› See Hierologus.

lics, whose very name betrays their usurpation and their contradiction, whose doctrinal articles, whose liturgy, whose whole history, are such as to disconnect them from all mankind, except those who are born English and speak English; that they should pretend, on the strength of their private judgment alone, to be what the rest of mankind deny them to be, will assuredly be ranked amongst the first of the follies of the 19th century. That such an attempt, however, should succeed, is, thank God, not to be expected, unless it should please the Almighty to reverse all the laws that have hitherto directed the course of human events. You may turn aside for three hundred years to come, as you have done for three hundred years past, from the torrent of living waters; but to dig out a small channel of your own, for your own private insular use, wherein the living truth will run apart from its ever docile and ever obedient children,that will no more be granted to you, than it has been to the Arians, the Nestorians, the Donatists, or any other triumphant heresy.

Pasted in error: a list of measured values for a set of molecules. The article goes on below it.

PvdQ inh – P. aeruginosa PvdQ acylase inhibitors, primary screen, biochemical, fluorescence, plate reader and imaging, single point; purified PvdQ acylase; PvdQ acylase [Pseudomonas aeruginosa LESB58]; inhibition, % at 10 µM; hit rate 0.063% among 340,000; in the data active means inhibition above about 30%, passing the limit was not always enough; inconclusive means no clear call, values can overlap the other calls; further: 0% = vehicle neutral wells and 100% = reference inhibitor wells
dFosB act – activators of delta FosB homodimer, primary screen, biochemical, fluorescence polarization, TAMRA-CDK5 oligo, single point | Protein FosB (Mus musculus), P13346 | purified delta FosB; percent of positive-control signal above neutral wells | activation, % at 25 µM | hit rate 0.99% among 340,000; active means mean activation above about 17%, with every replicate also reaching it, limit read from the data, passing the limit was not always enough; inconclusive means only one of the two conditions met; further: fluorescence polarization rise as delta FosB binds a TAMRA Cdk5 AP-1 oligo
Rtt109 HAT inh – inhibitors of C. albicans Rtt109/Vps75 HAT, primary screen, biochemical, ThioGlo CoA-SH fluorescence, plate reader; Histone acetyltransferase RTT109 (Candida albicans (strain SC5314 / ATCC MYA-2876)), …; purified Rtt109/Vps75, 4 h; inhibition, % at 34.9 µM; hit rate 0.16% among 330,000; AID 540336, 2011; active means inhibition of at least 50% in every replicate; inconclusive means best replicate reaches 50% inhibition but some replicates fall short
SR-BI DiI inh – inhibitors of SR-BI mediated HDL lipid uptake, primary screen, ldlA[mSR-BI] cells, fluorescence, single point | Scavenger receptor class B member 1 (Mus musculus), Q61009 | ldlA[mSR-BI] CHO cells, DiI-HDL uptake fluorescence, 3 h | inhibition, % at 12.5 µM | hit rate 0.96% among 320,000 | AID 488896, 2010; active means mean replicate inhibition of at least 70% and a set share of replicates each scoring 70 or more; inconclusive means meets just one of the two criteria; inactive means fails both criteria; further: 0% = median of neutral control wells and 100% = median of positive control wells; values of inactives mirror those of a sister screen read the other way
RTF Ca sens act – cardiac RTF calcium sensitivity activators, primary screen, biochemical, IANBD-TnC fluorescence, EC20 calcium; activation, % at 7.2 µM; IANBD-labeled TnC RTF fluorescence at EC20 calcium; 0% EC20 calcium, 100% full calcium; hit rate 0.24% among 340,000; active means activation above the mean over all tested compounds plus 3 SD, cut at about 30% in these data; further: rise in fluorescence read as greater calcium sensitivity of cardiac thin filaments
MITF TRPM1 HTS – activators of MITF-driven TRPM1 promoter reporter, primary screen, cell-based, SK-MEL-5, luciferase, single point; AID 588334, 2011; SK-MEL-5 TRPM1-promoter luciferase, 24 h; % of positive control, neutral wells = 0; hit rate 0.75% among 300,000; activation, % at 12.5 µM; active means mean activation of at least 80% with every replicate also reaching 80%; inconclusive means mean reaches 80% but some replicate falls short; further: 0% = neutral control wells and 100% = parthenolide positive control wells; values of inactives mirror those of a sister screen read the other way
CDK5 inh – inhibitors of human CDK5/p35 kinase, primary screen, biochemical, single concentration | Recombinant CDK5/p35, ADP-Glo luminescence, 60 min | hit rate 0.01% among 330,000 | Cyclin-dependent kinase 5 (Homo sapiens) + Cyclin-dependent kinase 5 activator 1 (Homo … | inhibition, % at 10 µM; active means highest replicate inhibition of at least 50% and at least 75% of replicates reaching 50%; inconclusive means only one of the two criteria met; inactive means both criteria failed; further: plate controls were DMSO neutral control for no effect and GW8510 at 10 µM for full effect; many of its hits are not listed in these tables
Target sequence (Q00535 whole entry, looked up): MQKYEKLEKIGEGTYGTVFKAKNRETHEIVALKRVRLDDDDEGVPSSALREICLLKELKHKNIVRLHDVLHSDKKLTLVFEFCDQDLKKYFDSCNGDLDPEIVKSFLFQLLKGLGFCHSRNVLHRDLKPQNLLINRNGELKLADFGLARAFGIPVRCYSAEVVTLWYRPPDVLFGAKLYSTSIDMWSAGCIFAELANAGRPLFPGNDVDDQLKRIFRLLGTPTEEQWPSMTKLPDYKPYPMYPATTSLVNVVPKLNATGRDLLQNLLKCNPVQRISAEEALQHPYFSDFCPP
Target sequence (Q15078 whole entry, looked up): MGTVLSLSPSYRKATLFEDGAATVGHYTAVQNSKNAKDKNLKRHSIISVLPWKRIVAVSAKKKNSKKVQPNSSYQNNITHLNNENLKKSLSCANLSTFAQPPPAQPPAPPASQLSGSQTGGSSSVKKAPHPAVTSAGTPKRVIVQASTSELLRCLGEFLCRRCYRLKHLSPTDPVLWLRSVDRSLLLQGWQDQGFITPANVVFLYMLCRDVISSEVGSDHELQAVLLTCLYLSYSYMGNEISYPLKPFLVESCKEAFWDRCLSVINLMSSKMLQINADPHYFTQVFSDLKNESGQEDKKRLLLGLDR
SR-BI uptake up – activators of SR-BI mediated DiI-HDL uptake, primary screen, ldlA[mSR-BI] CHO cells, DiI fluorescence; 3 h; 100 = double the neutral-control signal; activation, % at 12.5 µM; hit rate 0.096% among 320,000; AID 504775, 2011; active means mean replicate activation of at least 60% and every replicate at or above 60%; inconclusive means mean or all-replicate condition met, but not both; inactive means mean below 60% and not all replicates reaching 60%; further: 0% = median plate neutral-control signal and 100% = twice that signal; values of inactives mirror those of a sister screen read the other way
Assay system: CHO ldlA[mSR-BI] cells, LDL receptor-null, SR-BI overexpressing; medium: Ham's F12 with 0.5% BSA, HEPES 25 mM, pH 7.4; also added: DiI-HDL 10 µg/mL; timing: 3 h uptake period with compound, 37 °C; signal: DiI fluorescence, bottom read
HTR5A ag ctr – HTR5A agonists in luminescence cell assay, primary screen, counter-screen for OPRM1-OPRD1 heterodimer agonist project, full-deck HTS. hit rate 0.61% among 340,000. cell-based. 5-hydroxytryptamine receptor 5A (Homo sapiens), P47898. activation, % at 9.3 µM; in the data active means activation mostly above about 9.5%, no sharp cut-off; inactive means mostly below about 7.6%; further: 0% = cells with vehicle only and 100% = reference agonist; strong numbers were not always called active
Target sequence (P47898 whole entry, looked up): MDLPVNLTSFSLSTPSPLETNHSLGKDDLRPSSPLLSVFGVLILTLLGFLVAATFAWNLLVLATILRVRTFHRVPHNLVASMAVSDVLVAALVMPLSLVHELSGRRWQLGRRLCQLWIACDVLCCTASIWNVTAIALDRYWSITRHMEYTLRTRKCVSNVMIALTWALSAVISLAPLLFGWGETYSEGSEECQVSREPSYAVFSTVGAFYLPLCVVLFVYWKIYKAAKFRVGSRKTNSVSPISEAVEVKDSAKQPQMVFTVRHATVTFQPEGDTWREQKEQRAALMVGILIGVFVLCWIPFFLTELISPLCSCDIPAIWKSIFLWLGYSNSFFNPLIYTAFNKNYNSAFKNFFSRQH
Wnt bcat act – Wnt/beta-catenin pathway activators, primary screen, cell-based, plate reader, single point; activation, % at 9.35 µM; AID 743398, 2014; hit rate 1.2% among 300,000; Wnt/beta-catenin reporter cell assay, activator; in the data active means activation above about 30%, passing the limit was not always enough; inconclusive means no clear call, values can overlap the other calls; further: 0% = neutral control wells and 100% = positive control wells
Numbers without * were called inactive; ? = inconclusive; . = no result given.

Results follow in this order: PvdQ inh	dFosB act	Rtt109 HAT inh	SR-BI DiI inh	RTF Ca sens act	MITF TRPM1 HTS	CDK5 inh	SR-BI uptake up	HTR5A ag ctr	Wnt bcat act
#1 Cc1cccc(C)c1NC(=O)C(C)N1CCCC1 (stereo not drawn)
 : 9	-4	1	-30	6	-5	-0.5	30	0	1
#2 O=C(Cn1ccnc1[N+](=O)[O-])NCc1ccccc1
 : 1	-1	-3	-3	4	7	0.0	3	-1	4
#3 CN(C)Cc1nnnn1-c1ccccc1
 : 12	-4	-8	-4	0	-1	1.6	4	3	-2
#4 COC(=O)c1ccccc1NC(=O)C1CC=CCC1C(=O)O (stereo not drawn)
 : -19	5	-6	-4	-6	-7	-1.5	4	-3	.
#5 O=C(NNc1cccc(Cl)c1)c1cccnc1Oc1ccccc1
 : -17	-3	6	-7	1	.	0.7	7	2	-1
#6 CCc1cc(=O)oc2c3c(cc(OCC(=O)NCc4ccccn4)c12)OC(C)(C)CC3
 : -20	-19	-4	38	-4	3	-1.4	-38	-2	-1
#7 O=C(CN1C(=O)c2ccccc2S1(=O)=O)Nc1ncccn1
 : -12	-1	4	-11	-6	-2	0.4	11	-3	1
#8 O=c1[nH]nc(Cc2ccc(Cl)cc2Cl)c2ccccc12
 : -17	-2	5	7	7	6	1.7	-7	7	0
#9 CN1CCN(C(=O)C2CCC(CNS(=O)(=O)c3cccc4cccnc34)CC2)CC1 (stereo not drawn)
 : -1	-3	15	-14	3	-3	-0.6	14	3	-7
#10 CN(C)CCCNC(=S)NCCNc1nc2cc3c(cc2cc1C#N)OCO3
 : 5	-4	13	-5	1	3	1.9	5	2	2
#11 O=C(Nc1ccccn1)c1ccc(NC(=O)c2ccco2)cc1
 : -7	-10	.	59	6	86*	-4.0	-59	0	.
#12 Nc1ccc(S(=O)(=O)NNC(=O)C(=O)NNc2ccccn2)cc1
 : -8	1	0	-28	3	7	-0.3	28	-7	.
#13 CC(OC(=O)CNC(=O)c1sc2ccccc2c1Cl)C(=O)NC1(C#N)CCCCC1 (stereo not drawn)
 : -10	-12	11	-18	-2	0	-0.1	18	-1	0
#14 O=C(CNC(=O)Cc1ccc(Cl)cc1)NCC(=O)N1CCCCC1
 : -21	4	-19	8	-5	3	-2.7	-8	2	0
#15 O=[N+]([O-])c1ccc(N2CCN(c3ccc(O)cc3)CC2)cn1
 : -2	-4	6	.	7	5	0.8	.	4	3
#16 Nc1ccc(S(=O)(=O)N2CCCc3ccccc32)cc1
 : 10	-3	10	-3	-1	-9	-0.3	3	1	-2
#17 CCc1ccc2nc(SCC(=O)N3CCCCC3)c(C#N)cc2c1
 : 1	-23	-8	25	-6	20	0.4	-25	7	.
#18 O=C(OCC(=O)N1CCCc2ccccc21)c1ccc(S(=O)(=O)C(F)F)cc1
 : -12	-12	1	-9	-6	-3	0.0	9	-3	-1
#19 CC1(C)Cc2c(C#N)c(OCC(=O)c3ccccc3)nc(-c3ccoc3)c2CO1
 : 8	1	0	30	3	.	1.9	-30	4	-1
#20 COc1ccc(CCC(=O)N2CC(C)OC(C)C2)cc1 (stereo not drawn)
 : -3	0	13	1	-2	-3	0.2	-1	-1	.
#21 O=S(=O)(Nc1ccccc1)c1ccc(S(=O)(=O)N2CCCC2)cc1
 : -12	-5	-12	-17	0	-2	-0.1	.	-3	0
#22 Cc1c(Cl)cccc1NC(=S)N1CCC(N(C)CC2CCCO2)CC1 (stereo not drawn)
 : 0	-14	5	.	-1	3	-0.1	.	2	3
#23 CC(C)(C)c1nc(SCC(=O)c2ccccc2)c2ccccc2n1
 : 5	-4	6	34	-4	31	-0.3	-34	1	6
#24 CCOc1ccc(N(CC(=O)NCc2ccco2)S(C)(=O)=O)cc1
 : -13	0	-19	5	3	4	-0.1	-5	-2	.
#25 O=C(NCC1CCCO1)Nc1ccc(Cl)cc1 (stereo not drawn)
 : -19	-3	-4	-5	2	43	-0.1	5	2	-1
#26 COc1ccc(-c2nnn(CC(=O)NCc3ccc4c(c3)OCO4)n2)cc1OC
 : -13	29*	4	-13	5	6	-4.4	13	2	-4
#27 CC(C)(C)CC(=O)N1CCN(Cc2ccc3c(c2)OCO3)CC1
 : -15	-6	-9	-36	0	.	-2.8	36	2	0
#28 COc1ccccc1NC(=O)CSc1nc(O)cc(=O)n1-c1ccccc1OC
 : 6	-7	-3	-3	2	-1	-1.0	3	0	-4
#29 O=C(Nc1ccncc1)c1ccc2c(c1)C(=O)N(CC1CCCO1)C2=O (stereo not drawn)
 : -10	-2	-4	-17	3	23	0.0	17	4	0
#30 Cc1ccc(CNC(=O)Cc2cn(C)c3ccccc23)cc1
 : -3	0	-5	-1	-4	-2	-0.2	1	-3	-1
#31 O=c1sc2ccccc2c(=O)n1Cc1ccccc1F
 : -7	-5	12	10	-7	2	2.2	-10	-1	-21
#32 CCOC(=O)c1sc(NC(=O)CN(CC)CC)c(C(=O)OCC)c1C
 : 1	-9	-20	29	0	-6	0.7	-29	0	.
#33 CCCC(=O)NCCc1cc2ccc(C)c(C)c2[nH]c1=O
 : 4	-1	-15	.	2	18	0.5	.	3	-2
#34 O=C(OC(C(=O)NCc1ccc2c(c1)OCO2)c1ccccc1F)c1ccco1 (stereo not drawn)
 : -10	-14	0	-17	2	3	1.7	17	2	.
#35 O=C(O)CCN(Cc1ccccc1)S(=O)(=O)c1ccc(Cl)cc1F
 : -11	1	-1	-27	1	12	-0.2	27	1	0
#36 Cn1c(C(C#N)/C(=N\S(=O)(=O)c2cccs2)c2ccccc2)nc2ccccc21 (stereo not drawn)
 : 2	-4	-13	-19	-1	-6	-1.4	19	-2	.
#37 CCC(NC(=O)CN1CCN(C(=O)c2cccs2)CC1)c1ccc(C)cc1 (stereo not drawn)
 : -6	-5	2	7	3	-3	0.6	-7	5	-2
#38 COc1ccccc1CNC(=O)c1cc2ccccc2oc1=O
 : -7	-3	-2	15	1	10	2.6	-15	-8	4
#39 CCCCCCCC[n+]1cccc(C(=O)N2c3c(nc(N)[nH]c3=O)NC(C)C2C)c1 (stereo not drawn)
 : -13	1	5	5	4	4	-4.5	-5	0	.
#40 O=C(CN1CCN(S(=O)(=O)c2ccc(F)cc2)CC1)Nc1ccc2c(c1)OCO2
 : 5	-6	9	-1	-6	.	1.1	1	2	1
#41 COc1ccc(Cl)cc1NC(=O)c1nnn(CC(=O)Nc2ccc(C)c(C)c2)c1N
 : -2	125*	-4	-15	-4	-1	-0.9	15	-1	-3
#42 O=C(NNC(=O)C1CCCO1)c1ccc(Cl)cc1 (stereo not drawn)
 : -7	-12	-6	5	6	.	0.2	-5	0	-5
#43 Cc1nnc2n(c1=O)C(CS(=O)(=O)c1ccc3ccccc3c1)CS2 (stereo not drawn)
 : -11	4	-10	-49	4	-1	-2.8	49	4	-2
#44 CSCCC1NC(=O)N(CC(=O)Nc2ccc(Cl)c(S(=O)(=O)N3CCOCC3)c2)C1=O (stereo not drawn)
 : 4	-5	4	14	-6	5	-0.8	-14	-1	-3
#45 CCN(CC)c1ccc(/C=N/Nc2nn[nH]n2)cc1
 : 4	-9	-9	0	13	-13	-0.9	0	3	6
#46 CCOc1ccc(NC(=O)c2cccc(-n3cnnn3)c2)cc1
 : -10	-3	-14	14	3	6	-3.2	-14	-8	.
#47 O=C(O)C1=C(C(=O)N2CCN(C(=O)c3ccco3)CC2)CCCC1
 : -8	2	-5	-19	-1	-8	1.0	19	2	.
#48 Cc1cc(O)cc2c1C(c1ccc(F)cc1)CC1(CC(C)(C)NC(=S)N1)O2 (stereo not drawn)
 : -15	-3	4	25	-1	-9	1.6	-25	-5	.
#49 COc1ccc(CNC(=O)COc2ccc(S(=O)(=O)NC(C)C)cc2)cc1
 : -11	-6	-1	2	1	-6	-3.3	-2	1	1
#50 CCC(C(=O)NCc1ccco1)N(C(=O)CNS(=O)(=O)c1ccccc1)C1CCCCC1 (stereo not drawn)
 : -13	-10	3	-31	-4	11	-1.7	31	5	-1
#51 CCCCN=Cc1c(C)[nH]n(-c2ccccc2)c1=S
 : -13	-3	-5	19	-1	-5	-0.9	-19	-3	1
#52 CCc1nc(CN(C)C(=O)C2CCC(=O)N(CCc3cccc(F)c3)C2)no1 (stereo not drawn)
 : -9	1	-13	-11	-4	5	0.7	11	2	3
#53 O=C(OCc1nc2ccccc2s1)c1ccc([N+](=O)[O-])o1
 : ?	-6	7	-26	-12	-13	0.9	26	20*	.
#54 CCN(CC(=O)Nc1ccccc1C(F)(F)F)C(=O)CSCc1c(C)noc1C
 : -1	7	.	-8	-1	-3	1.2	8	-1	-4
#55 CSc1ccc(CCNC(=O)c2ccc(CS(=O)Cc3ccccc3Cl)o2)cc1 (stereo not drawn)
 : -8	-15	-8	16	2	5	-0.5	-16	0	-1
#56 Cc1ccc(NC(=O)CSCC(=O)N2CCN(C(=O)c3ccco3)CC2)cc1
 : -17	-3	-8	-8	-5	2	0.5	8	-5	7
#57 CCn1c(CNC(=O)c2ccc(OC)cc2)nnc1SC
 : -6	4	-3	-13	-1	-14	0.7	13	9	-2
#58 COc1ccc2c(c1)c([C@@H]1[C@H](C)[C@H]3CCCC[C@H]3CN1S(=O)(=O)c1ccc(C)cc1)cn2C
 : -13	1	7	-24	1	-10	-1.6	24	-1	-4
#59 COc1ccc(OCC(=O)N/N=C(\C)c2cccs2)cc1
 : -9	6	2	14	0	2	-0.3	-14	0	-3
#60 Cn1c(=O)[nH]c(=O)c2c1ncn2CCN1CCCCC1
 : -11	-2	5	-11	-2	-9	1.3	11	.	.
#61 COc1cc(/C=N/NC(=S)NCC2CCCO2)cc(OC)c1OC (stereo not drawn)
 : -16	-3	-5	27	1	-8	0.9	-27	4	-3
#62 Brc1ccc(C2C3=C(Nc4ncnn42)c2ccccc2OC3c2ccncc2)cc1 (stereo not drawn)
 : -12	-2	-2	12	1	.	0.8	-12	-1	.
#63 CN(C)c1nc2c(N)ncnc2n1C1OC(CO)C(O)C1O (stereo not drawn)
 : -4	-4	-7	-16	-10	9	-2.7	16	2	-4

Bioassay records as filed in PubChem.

I therefore protest, first, against the usurpation of a sacred name by the Camden Society, as iniquitous; and I next protest against the object of this society, and all such efforts in the Anglican Church, as absurd. When the clergy and Catholic laymen in France and Germany, when Mr. Pugin and the Romanists of England, labour with all their might to save and restore the monuments of their faith,-unworthily set aside by the influence of that fatal spirit which broke out with the so-called Reformation, and concluded with the French revolution,-they know that they are labouring at the same time to strengthen, in an indirect manner, their own faith and practice, which are exactly and identically the same as those followed by the constructors of those glo

Œuvres. VI. - Art et Littérature.